Flushed with victory, Tim slumped down into his massive ragged-leather computer chair and raised both fists triumphantly. “It’s alive! It’s alliiive!” He beamed. Immediately he hunched forward and stared at the beady lens-eye of the Devil’s input device. “It can see and hear. We already established it’s got touch. Taste? Not sure. Smell? Hmmm, a controller that could smell, with contemporary technology? Doubtful, doubtful…” Tim was never happy until he’d hacked a piece of hardware to its illogical extreme. Slowly and with a barely audible squeak he rotated his chair to stare at his jumbled wall of computer hardware and electronics. His spiked hair cast jagged stripes across the mess of wires and circuit boards that filled his shelves. “But … not impossible…” As Tim thought, he drummed his fingers onto the arms of his chair.
After a few moments, the glove began drumming its fingers as well.
“That’s all good, Timmy, but I’m starved,” I said. “Feel free for you and fingers here get chummy, I’m headed to Burger Palace. I’ll grab something for you. When I get back we’ll fire up some Half-Life and put our five-finger-frag-discount here to work. Oh, don’t allow it to drink any human blood while I’m gone, okay? It gets all wiggidy-whack when it gets a taste, capice?”
Tim didn’t even bother to turn around, he was so deep in thought. He raised a hand dismissively, a gesture performed in unison by the glove on the desk. I shrugged and headed off.
When I next saw Tim half an hour later, he was slumped against what was left of a server rack, his tongue hanging limply from the side of his pale face. I mean, it wasn’t just that he was dead of strangulation by his own right hand (no doubt gloved at the time) – I was particularly disturbed by the fact that most of his blood had been drained. I verified that he had no pulse with one hand while holding a bag full of greasy burgers and fries with the other. I suspected he would now never pay me back for the burgers.
I turned to see if The Glove had returned to its perch on Tim’s cluttered desk, but it was nowhere to be seen. On Tim’s computer monitor I saw a fish-eye view of the top of someone’s head. …My head.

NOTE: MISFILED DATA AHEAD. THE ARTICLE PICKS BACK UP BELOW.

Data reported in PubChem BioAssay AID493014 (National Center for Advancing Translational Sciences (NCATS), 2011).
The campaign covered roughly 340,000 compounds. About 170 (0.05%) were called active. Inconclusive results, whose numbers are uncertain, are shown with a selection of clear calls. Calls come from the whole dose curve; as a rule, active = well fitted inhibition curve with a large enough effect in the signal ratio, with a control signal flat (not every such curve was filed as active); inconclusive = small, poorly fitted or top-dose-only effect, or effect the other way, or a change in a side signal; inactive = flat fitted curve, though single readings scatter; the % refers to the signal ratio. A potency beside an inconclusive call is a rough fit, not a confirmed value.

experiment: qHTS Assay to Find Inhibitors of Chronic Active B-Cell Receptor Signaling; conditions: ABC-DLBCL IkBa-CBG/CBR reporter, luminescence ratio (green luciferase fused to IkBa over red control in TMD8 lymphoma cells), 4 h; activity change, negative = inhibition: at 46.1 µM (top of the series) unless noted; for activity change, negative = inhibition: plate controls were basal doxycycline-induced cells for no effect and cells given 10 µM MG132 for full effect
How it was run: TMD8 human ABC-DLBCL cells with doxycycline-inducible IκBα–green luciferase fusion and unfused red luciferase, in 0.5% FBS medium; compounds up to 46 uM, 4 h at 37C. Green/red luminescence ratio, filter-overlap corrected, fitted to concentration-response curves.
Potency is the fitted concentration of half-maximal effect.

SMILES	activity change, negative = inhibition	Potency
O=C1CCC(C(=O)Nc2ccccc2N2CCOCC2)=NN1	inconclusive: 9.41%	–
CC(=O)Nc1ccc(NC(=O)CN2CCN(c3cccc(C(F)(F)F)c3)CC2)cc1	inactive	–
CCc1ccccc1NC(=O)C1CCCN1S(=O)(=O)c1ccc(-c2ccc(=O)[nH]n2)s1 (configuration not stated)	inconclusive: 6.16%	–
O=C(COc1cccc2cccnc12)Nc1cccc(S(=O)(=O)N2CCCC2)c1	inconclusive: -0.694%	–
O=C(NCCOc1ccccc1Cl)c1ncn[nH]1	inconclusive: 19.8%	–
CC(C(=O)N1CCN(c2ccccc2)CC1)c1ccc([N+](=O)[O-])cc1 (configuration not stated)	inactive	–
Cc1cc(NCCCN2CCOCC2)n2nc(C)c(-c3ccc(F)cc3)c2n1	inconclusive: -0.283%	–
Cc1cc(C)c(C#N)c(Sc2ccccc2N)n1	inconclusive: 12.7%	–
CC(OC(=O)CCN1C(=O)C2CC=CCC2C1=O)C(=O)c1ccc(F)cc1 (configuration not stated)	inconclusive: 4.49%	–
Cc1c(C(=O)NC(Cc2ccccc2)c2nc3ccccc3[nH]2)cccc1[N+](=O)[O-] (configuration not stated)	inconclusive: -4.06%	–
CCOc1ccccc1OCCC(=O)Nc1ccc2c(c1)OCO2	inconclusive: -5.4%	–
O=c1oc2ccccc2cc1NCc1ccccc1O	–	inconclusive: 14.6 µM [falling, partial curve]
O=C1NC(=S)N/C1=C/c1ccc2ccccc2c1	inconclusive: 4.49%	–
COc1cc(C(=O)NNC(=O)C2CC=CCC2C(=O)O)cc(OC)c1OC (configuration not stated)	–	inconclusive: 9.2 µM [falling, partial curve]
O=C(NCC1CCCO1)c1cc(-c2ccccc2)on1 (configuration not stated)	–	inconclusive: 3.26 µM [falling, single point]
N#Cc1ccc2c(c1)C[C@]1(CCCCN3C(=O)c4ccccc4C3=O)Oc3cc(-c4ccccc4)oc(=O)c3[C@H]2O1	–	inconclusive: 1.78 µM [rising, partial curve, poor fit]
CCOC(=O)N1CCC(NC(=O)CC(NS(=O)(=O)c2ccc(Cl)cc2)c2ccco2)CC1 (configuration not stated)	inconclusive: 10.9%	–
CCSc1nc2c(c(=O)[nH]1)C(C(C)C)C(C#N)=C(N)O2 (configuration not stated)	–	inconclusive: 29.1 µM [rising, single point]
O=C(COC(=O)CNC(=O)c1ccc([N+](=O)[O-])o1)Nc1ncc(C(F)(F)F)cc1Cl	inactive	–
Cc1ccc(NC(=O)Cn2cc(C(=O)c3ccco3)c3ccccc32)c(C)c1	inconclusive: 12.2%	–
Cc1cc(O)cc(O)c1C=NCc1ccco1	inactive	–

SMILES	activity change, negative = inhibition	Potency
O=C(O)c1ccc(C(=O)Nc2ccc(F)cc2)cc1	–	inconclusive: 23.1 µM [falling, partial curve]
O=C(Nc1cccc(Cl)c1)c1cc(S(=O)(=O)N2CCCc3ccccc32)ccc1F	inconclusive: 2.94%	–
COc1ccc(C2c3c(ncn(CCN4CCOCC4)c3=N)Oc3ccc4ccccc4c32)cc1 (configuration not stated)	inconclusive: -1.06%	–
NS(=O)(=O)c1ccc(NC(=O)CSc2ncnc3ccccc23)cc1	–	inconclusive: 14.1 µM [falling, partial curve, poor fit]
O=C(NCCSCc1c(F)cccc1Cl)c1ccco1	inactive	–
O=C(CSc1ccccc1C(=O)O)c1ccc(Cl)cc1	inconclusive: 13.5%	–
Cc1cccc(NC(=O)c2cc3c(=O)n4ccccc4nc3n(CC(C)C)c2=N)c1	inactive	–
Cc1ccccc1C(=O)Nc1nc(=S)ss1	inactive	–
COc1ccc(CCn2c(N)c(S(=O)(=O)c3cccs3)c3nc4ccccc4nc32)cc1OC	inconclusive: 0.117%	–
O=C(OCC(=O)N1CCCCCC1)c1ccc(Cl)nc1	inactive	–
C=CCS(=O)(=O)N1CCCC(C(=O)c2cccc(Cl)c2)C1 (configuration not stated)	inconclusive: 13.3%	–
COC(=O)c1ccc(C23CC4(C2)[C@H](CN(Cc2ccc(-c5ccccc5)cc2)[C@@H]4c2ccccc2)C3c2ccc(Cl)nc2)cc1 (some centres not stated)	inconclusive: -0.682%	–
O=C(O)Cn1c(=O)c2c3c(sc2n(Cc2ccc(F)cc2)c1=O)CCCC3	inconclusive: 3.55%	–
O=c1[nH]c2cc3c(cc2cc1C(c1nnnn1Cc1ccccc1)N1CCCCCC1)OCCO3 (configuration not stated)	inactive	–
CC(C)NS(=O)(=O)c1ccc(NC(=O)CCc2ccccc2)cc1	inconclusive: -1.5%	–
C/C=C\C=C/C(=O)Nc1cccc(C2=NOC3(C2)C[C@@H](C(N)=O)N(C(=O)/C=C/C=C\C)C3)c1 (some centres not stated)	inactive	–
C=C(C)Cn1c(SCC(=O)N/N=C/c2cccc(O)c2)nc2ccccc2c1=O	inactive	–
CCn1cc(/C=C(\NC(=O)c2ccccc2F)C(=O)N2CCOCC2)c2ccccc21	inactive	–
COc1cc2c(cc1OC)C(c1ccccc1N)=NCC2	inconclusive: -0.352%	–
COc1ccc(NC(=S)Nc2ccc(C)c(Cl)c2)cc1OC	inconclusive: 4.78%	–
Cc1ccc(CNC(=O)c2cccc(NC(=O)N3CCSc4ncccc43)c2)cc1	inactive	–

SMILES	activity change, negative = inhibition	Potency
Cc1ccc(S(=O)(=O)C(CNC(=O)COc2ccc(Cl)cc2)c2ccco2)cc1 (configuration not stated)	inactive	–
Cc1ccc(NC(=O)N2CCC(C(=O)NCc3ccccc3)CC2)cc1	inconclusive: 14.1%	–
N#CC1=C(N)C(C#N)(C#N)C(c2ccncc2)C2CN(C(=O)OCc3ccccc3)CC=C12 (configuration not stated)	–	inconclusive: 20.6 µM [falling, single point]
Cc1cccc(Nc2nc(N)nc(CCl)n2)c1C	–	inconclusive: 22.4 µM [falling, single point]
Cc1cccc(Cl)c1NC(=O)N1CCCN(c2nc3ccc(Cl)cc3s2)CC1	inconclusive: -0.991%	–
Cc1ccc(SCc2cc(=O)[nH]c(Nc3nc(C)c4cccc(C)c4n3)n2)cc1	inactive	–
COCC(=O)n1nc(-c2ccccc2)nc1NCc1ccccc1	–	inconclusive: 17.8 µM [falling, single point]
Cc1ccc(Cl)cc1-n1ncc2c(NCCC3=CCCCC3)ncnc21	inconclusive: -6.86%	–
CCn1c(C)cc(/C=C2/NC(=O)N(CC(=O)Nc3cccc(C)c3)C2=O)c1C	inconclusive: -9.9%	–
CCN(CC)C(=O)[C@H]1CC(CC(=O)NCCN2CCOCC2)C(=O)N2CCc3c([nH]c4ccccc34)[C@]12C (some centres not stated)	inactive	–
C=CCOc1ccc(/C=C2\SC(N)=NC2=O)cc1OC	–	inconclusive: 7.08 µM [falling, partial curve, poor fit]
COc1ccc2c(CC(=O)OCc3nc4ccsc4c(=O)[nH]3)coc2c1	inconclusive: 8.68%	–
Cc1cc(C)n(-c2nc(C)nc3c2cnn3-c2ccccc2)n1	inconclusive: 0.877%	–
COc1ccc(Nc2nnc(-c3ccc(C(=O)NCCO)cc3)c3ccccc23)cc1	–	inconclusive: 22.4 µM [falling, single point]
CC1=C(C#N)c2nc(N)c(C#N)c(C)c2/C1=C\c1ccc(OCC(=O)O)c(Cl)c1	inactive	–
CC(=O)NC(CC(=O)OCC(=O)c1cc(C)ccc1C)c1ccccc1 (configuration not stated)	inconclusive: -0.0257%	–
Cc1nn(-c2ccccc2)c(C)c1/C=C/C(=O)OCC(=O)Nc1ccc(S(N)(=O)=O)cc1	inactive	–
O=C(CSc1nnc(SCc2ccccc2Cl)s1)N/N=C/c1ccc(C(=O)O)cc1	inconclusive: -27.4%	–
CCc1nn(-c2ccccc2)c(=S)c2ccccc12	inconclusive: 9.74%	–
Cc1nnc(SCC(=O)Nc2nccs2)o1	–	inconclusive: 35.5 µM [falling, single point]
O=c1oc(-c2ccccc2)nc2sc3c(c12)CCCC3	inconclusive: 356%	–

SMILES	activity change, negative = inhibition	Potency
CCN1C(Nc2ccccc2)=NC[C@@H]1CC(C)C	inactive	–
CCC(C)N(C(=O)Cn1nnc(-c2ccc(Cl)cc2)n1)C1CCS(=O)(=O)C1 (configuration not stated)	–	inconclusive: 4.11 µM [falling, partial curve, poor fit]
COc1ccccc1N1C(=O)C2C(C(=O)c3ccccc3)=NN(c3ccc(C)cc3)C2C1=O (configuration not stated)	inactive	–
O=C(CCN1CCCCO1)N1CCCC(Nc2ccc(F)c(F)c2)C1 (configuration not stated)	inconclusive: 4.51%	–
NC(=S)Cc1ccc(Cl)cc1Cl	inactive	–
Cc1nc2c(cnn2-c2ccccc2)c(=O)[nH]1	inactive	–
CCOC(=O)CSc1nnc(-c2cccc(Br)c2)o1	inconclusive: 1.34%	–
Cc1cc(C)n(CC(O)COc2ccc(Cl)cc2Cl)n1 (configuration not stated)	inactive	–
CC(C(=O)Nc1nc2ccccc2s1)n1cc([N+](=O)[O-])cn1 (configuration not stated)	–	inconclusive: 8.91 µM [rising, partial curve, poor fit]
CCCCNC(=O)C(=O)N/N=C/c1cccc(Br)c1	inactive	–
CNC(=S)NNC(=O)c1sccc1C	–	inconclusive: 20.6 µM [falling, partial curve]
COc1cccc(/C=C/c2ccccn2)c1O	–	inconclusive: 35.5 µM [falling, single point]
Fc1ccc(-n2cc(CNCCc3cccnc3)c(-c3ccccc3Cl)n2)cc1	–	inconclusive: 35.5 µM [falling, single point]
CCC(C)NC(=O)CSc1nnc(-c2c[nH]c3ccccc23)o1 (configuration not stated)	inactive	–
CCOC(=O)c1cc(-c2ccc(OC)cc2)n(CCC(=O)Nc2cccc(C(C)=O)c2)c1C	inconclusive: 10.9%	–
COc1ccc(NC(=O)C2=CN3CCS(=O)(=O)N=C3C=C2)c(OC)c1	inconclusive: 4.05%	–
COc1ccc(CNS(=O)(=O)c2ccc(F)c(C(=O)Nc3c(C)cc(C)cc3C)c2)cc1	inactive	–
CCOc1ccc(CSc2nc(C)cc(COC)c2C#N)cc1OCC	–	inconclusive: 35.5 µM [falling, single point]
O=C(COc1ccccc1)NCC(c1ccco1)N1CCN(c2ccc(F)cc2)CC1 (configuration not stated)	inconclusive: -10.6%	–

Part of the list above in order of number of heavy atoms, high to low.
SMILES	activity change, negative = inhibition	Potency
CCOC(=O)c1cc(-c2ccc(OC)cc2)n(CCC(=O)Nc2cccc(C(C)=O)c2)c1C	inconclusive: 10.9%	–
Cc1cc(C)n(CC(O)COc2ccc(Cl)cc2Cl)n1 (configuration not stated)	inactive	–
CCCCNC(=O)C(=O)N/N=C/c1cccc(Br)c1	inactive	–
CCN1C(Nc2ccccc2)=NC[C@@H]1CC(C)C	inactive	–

I dove aside just as The Glove descended from the ceiling, riding down on a tendril of USB cable as a spider would lower itself from a tree. Having missed its mark, it clattered to the floor with an angry rattle. I heard the tiny magnetic microfibres hiss and click as the terrifying disembodied appendage skittered about in a circle, seeking its prey. Along with a single beady glass eye and a small microphone, it also appeared to have some sort of horn-shaped apparatus attached to its middle finger.
That was the last glimpse I caught of The Glove before the lights went out – in my clumsy attempt to get out of the way I had backpedalled right into Tim’s workbench, which wobbled on its four unsteady mismatched legs and sent his single light whirling to the ground. In the instant before it crashed the shadows danced around the room – I glimpsed the computer by the window, Tim’s mangled corpse, and the hideous hand on the floor skittering toward me. Then the bulb burst onto the floor with a loud pop and a tinkle of glass before plunging us all into darkness.
I rolled aside and heard the scamper of fingers on the floor right where I had been. I huddled in the corner, motionless, terrified. On the computer monitor I could see nothing but darkness – The Glove was blind in this low light, but as my eyes adjusted I was just able to make out the pale glow of its fiberoptic nervous system winking in the blackness. I didn’t make a move or a sound.
Slowly it raised a finger and I heard a sharp scraping noise. Then again. I realized that the sound was a quick intake of air. The Glove … was sniffing. Tim had given it the ability to smell! Sniff. Snif sniff. The fingers clicked quietly on the floor and the Demon Claw slowly turned to face me. Sniff… sniff… It smelled me in the darkness.
Well, either that or the stank of Burger Palace. The Glove scurried toward me and I saw but one last-ditch chance for salvation – I chucked the bag of burgers as hard as I could at the exposed PC tower Tim had perched precariously on the window. When it hit the searing heat of his overclocked processor the whole thing burst into a blazing grease fire – the room lit up red, bright red, illuminating the wires and cables all around me like metallic snakes, bringing the schematics on the wall into sharp orange and black relief. For an instant it was just like the hellish cleanroom the old man described. But then the Pentium V prototype plummeted out the window.
The Glove, only inches from my face, clawed desperately at the floor as all of its cables were pulled through the window by the falling computer. Like fingernails on a chalkboard, it scraped across the ground, desperate to save itself. Helplessly it slammed into the wall, then in a final act of desperation it grabbed onto the window sill.
It held tight, but it couldn’t hold on for long. At the other end of its cables the flaming PC was still suspended above a bed of dry leaves. Its fate was sealed. The Glove, seething with malice, flipped me the middle finger. Then it disappeared into a fiery mass two stories below.
I think it was a driver issue.
On the monitor, just before it all turned black, I saw a grinning devil reach up from the underworld to reclaim his prize. Or maybe it was Stewie, Tim’s neighbor. He’s always ganking stuff.
Score: 9.17; Total Votes: 2725 as of 2009-12-09.